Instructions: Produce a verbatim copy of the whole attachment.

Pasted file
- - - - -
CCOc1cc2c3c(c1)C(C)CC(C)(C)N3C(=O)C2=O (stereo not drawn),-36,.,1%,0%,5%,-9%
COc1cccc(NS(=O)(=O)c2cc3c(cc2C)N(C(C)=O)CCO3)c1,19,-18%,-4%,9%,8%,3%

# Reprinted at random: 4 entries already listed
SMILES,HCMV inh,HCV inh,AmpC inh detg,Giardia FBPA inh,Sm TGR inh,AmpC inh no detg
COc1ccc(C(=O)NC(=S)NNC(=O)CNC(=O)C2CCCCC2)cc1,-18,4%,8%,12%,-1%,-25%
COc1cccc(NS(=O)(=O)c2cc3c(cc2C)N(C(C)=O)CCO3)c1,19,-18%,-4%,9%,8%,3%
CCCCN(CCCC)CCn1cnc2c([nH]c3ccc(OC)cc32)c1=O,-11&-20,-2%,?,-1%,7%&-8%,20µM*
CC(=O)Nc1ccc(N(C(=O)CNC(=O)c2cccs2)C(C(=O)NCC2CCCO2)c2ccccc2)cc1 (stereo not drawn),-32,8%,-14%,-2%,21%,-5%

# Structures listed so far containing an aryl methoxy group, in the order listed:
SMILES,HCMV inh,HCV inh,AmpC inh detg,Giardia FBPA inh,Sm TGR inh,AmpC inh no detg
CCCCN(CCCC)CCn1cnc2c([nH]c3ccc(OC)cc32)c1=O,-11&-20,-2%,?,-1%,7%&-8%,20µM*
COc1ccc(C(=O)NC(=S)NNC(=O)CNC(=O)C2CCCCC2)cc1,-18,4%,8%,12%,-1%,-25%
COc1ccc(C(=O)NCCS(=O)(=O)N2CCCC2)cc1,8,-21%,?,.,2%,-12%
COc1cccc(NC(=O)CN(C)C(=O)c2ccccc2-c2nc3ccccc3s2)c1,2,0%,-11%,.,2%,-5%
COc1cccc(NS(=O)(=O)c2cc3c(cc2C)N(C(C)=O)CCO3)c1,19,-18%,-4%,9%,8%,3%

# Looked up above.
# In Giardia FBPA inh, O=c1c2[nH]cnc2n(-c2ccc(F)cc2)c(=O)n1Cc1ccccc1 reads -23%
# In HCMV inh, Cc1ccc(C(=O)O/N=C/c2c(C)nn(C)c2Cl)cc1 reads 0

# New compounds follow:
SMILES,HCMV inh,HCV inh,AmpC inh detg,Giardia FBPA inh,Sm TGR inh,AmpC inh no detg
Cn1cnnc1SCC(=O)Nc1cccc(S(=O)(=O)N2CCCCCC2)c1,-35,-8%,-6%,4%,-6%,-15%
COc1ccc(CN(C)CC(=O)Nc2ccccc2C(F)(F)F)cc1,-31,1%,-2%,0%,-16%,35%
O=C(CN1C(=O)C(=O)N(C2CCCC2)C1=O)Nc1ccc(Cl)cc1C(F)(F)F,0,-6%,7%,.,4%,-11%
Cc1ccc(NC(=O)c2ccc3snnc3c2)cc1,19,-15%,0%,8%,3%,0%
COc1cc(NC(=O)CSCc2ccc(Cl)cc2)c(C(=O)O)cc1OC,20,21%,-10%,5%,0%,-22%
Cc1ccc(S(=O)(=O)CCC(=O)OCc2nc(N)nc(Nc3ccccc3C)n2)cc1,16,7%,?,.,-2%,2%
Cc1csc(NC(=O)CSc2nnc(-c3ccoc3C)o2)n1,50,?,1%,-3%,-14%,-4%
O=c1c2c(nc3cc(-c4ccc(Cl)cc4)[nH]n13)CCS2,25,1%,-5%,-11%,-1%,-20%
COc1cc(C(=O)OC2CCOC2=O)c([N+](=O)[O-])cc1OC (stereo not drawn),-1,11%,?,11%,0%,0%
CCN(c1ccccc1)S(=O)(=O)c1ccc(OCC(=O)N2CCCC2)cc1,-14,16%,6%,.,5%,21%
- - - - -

CCOc1cc2c3c(c1)C(C)CC(C)(C)N3C(=O)C2=O (stereo not drawn),-36,.,1%,0%,5%,-9%
COc1cccc(NS(=O)(=O)c2cc3c(cc2C)N(C(C)=O)CCO3)c1,19,-18%,-4%,9%,8%,3%

# Reprinted at random: 4 entries already listed
SMILES,HCMV inh,HCV inh,AmpC inh detg,Giardia FBPA inh,Sm TGR inh,AmpC inh no detg
COc1ccc(C(=O)NC(=S)NNC(=O)CNC(=O)C2CCCCC2)cc1,-18,4%,8%,12%,-1%,-25%
COc1cccc(NS(=O)(=O)c2cc3c(cc2C)N(C(C)=O)CCO3)c1,19,-18%,-4%,9%,8%,3%
CCCCN(CCCC)CCn1cnc2c([nH]c3ccc(OC)cc32)c1=O,-11&-20,-2%,?,-1%,7%&-8%,20µM*
CC(=O)Nc1ccc(N(C(=O)CNC(=O)c2cccs2)C(C(=O)NCC2CCCO2)c2ccccc2)cc1 (stereo not drawn),-32,8%,-14%,-2%,21%,-5%

# Structures listed so far containing an aryl methoxy group, in the order listed:
SMILES,HCMV inh,HCV inh,AmpC inh detg,Giardia FBPA inh,Sm TGR inh,AmpC inh no detg
CCCCN(CCCC)CCn1cnc2c([nH]c3ccc(OC)cc32)c1=O,-11&-20,-2%,?,-1%,7%&-8%,20µM*
COc1ccc(C(=O)NC(=S)NNC(=O)CNC(=O)C2CCCCC2)cc1,-18,4%,8%,12%,-1%,-25%
COc1ccc(C(=O)NCCS(=O)(=O)N2CCCC2)cc1,8,-21%,?,.,2%,-12%
COc1cccc(NC(=O)CN(C)C(=O)c2ccccc2-c2nc3ccccc3s2)c1,2,0%,-11%,.,2%,-5%
COc1cccc(NS(=O)(=O)c2cc3c(cc2C)N(C(C)=O)CCO3)c1,19,-18%,-4%,9%,8%,3%

# Looked up above.
# In Giardia FBPA inh, O=c1c2[nH]cnc2n(-c2ccc(F)cc2)c(=O)n1Cc1ccccc1 reads -23%
# In HCMV inh, Cc1ccc(C(=O)O/N=C/c2c(C)nn(C)c2Cl)cc1 reads 0

# New compounds follow:
SMILES,HCMV inh,HCV inh,AmpC inh detg,Giardia FBPA inh,Sm TGR inh,AmpC inh no detg
Cn1cnnc1SCC(=O)Nc1cccc(S(=O)(=O)N2CCCCCC2)c1,-35,-8%,-6%,4%,-6%,-15%
COc1ccc(CN(C)CC(=O)Nc2ccccc2C(F)(F)F)cc1,-31,1%,-2%,0%,-16%,35%
O=C(CN1C(=O)C(=O)N(C2CCCC2)C1=O)Nc1ccc(Cl)cc1C(F)(F)F,0,-6%,7%,.,4%,-11%
Cc1ccc(NC(=O)c2ccc3snnc3c2)cc1,19,-15%,0%,8%,3%,0%
COc1cc(NC(=O)CSCc2ccc(Cl)cc2)c(C(=O)O)cc1OC,20,21%,-10%,5%,0%,-22%
Cc1ccc(S(=O)(=O)CCC(=O)OCc2nc(N)nc(Nc3ccccc3C)n2)cc1,16,7%,?,.,-2%,2%
Cc1csc(NC(=O)CSc2nnc(-c3ccoc3C)o2)n1,50,?,1%,-3%,-14%,-4%
O=c1c2c(nc3cc(-c4ccc(Cl)cc4)[nH]n13)CCS2,25,1%,-5%,-11%,-1%,-20%
COc1cc(C(=O)OC2CCOC2=O)c([N+](=O)[O-])cc1OC (stereo not drawn),-1,11%,?,11%,0%,0%
CCN(c1ccccc1)S(=O)(=O)c1ccc(OCC(=O)N2CCCC2)cc1,-14,16%,6%,.,5%,21%